Ruminations on robotics are hardly new. In 1939, Isaac Asimov began writing about the Positronic Brain, a reoccurring narrative device which endowed machines with human-like sentience. 1968’s Do Androids Dream of Electric Sheep? was another seminal work where Philip K. Dick’s Replicants fought against a intentionally truncated lifespan. These and the myriad of similar science-fiction tales which explore automata are often fascinating because of the underlying premise- they place humans in the role of gods, creating life and observing the repercussions when the androids are given autonomy.
The protagonist in Lucy -The Eternity She Wished For- is the quintessential foil. Named You, he’s deeply troubled by the unchecked technological advancement across Korea. Set in the immediate future, the country’s fixation for androids is so intense that mountainous waste dumps comprised of discarded electronic scrap fills the cities’ interior. To shave a bit off his commute time and to circumvent the avenues of unbridled techno-fetishism, You frequently takes a shortcut through one of these junkyards.
While contemplating the magnitude of debris, he discovers an android crafted to look like a young girl. Save for a bit of grime, she’s seems to be in serviceable condition, signaling that she’s a discarded prototype or a perhaps a discard from the assembly line. When the junkyard’s resident drone takes notice of the intruder, You does the unlikely- feeling sentiment for the attractive android, taking her home for further study.
Back in You’s bedroom, the robot could have become fodder for sophomoric titillation. But, the title’s ambitions are bigger, with developer Modern Visual Arts Laboratory ambitions set on cultivating emotion and existential exploration. Expectedly, the relationship between the protagonist and the robot, named Lucy Valentine, is initially tense, as You struggles with providing power and obtaining repairs for the unit. Predictably, the care cultivates compassion with the schoolboy soon expressing empathy for the discarded android.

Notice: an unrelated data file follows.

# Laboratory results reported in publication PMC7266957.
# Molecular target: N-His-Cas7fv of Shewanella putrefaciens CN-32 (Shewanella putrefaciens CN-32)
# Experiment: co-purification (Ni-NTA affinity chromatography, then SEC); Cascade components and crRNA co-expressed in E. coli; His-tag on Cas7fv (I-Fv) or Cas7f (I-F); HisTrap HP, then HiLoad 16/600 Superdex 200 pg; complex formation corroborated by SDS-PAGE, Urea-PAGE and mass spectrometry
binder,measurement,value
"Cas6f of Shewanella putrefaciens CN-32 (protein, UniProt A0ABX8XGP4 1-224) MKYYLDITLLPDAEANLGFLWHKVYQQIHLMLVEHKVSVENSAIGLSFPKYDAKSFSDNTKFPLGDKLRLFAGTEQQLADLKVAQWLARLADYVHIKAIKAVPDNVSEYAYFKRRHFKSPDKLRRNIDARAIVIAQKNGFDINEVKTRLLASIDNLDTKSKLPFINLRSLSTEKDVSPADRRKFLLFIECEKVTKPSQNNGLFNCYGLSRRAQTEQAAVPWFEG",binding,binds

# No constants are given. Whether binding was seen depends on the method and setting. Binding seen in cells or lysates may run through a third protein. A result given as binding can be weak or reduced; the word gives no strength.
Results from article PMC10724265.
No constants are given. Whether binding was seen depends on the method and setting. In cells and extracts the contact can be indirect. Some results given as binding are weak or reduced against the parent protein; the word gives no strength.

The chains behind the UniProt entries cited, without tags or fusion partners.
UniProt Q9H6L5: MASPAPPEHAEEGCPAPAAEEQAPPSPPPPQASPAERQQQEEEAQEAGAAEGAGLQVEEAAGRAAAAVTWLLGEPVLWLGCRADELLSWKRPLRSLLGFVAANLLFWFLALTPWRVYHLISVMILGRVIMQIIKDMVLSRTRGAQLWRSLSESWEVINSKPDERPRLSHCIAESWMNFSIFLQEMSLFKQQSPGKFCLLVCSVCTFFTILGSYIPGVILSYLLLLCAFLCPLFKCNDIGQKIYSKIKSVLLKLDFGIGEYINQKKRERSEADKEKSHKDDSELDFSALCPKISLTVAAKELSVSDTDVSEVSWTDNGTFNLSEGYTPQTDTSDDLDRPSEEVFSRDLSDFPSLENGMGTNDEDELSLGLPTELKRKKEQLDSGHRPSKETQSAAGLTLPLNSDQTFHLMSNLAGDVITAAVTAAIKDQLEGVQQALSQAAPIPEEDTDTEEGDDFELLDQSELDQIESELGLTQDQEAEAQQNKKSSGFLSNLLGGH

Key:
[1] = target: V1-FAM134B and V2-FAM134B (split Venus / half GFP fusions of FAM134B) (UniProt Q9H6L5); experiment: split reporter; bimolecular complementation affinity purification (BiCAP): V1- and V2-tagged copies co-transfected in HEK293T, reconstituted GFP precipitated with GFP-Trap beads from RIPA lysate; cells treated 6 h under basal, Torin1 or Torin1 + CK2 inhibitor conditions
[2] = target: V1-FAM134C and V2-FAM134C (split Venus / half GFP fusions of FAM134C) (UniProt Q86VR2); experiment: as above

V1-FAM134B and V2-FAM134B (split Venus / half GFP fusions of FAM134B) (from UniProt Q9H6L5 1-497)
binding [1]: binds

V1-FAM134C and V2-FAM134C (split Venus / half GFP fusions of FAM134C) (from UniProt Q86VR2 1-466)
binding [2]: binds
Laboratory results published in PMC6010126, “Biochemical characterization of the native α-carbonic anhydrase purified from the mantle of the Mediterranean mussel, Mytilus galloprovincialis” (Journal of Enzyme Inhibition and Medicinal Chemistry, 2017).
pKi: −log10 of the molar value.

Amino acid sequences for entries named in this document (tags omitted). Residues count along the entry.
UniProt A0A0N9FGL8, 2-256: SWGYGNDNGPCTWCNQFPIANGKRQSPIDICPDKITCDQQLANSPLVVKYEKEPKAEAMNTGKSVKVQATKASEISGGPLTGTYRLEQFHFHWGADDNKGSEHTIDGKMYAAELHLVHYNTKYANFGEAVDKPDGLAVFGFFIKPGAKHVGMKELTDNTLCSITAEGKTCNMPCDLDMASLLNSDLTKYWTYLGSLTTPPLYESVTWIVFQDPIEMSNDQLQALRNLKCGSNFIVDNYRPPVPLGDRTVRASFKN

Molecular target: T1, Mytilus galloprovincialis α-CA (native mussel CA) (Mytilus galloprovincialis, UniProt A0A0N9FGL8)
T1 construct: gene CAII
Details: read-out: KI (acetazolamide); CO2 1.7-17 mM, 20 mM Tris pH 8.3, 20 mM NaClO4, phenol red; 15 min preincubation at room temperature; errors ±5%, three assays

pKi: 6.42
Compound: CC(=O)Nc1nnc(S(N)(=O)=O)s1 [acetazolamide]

Anyone familiar with either Asimov or Dick’s work can guess what happens next, with the game’s Steam description foretelling Lucy’s emerging consciousness. But forecasting You’s character arc or Lucy’s future has little effect on the power of The Eternity She Wished For. In execution, the visual novel’s enjoyment doesn’t stem from painstakingly crafted reveals, but rather from the gradual accumulation of attachment you’ll feel for the two leads. Like the film Titanic, the expectation of tragedy only adds poignancy to the proceedings.
Pleasingly, Lucy’s presentation matches the quality of the storyline. Like any respectable visual novel, the title offers a dialog log, where readers can review any conversations that were skipped due to an errant key press. If you’re using a mouse, a spin of the scroll wheel instantly bring up the record, adding an indispensable feature to user interface. Beyond 120 save slots, in-game (non-Steam) achievements, the title also extends a CG gallery where readers can admire any unlocked images.
Aesthetically, The Eternity She Wished For is an unmitigated success. Visually, the game’s artwork reveals an indulgent attention to detail, both in backdrops and character design. Although portraits don’t exhibit a large quantity of expressions, the title expresses its emotion through monologues and conversations that are a shade better than most visual novels. Subtle effects, such as the movement of character sprites or different font sizes help to invoke a bit of energy into the storyline. Largely, the localization is competent, with only the sporadic instance of grammatical gaffe. Aurally, the Korean and Japanese voice acting is through stirring, with both actresses offering a faultless delivery.
It takes about seven hours to view one of Lucy The Eternity She Wished For’s multiple endings. While the conclusions can be foreseen by sci-fi fans, the experience is more about the journey rather than reaching the destination. Considering the novel’s reasonable ten dollar price tag, Lucy is recommended to anyone seeking a pensive plotline that will resonate long after your monitor is turned off.
Lucy -The Eternity She Wished For- was played on PC with review code provided by the publisher.
Developer: Modern Visual Arts Laboratory
Publisher: Modern Visual Arts Laboratory
Release date: February 26th, 2016
Price: $9.99 via Steam